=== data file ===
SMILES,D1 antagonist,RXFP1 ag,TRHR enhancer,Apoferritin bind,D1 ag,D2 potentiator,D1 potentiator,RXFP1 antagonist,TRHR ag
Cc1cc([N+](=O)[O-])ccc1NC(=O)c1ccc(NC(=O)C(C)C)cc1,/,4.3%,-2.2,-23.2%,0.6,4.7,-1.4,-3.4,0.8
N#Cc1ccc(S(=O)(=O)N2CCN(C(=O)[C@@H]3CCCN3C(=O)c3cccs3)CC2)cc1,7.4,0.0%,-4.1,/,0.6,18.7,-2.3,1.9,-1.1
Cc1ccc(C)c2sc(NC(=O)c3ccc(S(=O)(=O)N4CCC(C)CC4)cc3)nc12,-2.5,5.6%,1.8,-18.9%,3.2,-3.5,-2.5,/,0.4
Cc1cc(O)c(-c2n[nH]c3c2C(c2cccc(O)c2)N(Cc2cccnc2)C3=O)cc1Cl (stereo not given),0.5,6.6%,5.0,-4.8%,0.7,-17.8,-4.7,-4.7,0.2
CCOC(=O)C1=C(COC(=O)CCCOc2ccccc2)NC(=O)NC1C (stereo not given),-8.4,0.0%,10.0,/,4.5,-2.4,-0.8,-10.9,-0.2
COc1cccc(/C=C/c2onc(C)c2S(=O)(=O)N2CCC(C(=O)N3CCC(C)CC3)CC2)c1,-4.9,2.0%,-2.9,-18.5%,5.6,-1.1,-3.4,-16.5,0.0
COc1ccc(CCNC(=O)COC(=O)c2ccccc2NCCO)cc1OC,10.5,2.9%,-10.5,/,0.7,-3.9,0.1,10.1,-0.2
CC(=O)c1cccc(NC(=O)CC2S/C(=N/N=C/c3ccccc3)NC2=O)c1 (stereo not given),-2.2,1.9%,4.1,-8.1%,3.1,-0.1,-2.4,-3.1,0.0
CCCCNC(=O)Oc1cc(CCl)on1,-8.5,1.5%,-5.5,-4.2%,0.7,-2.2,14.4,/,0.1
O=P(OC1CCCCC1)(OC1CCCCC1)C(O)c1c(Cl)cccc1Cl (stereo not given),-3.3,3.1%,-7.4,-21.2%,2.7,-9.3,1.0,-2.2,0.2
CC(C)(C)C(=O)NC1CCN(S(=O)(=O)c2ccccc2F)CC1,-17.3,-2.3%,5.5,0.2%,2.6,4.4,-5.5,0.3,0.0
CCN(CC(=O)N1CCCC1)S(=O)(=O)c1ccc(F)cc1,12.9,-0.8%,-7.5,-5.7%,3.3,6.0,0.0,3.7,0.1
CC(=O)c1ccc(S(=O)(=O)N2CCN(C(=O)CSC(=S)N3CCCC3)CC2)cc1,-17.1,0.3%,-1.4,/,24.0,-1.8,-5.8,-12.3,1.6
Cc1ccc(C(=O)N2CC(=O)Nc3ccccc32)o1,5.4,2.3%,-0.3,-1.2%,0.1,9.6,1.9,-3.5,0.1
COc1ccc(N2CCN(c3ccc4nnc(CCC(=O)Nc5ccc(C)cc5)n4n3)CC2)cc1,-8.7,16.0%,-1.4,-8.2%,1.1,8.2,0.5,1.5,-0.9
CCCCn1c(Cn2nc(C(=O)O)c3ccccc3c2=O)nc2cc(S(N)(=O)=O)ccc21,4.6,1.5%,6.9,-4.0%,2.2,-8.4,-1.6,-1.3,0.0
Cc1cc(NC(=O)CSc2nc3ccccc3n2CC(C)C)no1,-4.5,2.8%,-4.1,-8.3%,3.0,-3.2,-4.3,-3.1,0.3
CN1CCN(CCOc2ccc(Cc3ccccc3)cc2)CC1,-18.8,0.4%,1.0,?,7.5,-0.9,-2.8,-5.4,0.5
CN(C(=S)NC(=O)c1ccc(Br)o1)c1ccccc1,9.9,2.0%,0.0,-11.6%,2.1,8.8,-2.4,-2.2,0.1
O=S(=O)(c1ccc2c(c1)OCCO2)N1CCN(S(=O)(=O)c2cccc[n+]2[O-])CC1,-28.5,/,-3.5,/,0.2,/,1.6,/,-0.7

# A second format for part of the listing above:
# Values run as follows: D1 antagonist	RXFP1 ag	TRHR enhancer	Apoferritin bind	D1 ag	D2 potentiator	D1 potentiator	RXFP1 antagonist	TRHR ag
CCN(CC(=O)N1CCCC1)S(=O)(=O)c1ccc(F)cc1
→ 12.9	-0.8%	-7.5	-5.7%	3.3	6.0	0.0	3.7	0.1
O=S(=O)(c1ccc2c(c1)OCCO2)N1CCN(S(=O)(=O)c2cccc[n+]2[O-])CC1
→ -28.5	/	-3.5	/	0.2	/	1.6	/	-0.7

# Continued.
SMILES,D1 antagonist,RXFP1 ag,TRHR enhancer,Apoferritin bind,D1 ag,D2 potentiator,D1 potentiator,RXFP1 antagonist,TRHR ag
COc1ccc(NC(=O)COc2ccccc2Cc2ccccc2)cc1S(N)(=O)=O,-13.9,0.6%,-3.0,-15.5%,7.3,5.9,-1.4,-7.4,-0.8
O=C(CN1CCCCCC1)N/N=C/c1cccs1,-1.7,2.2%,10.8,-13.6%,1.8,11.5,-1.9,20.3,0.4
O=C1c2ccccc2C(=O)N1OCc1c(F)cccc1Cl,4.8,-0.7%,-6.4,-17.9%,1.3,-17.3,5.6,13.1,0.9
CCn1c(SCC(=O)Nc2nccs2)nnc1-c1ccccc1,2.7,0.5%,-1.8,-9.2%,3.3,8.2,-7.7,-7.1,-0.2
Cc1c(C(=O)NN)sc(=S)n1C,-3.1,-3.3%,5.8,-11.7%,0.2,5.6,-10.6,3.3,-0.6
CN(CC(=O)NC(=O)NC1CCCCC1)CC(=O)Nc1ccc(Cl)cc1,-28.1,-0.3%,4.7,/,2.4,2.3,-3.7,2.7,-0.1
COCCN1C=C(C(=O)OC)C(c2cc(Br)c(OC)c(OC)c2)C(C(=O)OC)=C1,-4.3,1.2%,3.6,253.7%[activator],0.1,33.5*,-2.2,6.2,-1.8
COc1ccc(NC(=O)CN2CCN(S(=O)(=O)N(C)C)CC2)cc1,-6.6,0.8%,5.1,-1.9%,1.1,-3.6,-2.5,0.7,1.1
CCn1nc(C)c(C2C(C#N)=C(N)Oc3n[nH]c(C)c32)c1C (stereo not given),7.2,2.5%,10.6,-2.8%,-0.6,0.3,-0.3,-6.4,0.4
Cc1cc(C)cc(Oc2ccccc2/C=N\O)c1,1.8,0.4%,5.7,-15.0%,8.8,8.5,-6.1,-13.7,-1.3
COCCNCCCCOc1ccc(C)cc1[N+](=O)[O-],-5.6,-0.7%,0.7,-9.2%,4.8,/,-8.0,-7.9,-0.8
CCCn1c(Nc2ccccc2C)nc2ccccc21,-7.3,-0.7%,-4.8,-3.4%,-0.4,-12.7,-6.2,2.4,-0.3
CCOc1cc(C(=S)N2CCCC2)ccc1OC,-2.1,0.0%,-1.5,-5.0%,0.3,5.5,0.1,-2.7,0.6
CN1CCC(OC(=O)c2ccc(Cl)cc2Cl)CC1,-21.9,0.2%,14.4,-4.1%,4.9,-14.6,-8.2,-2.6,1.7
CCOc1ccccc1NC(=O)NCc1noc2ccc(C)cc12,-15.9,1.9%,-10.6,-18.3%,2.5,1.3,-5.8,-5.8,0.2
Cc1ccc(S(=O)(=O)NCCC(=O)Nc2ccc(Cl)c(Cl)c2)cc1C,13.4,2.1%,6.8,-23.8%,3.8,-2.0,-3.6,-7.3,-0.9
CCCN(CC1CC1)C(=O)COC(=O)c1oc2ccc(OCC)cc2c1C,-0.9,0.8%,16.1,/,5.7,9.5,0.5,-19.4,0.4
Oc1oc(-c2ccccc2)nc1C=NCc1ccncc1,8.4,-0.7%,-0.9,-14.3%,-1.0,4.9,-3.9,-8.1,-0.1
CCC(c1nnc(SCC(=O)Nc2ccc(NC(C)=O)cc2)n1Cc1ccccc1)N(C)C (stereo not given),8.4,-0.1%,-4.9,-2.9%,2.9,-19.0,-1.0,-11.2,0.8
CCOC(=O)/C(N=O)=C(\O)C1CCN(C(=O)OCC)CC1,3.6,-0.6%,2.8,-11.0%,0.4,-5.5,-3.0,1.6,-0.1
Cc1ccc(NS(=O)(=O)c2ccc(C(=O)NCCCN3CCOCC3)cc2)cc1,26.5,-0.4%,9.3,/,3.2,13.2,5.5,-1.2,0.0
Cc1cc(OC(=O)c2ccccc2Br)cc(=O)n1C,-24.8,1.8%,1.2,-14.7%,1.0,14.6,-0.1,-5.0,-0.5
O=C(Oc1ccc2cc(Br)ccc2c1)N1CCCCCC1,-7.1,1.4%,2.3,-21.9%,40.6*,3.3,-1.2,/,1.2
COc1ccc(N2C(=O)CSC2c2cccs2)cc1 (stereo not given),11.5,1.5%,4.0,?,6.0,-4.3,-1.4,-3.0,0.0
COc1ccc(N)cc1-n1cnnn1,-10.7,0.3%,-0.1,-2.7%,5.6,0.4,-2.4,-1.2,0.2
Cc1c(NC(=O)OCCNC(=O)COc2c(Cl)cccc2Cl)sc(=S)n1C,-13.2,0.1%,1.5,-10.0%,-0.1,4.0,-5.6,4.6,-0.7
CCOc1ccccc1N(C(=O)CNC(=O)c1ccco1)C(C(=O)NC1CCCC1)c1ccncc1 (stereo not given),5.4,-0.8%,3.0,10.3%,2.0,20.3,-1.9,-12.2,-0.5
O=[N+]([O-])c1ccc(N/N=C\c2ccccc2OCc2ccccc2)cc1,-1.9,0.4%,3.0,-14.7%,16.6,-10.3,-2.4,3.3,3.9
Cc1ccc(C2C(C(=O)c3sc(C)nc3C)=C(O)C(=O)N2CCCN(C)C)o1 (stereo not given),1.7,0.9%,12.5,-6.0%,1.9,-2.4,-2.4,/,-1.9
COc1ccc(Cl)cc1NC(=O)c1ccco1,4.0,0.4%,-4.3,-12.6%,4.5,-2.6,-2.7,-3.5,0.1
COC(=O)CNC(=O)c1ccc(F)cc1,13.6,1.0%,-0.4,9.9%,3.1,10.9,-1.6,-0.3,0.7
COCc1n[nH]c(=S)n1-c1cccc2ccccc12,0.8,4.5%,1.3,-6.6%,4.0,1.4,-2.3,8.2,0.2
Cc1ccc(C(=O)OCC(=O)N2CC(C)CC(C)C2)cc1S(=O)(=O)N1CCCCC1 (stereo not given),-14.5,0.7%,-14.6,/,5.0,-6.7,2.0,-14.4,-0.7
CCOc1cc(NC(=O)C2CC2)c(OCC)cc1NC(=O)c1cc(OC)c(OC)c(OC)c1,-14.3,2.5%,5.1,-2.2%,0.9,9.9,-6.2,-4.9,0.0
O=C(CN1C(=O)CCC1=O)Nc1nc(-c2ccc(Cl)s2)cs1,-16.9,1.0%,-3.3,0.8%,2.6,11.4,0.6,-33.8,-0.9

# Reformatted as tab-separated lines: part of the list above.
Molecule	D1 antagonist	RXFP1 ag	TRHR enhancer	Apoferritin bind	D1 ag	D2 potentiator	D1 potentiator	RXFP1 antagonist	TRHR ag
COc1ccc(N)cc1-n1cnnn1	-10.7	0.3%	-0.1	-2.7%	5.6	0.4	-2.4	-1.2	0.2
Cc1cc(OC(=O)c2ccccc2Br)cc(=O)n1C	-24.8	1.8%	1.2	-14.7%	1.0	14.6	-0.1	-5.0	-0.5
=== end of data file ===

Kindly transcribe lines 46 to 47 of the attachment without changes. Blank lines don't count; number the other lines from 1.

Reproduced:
CCCN(CC1CC1)C(=O)COC(=O)c1oc2ccc(OCC)cc2c1C,-0.9,0.8%,16.1,/,5.7,9.5,0.5,-19.4,0.4
Oc1oc(-c2ccccc2)nc1C=NCc1ccncc1,8.4,-0.7%,-0.9,-14.3%,-1.0,4.9,-3.9,-8.1,-0.1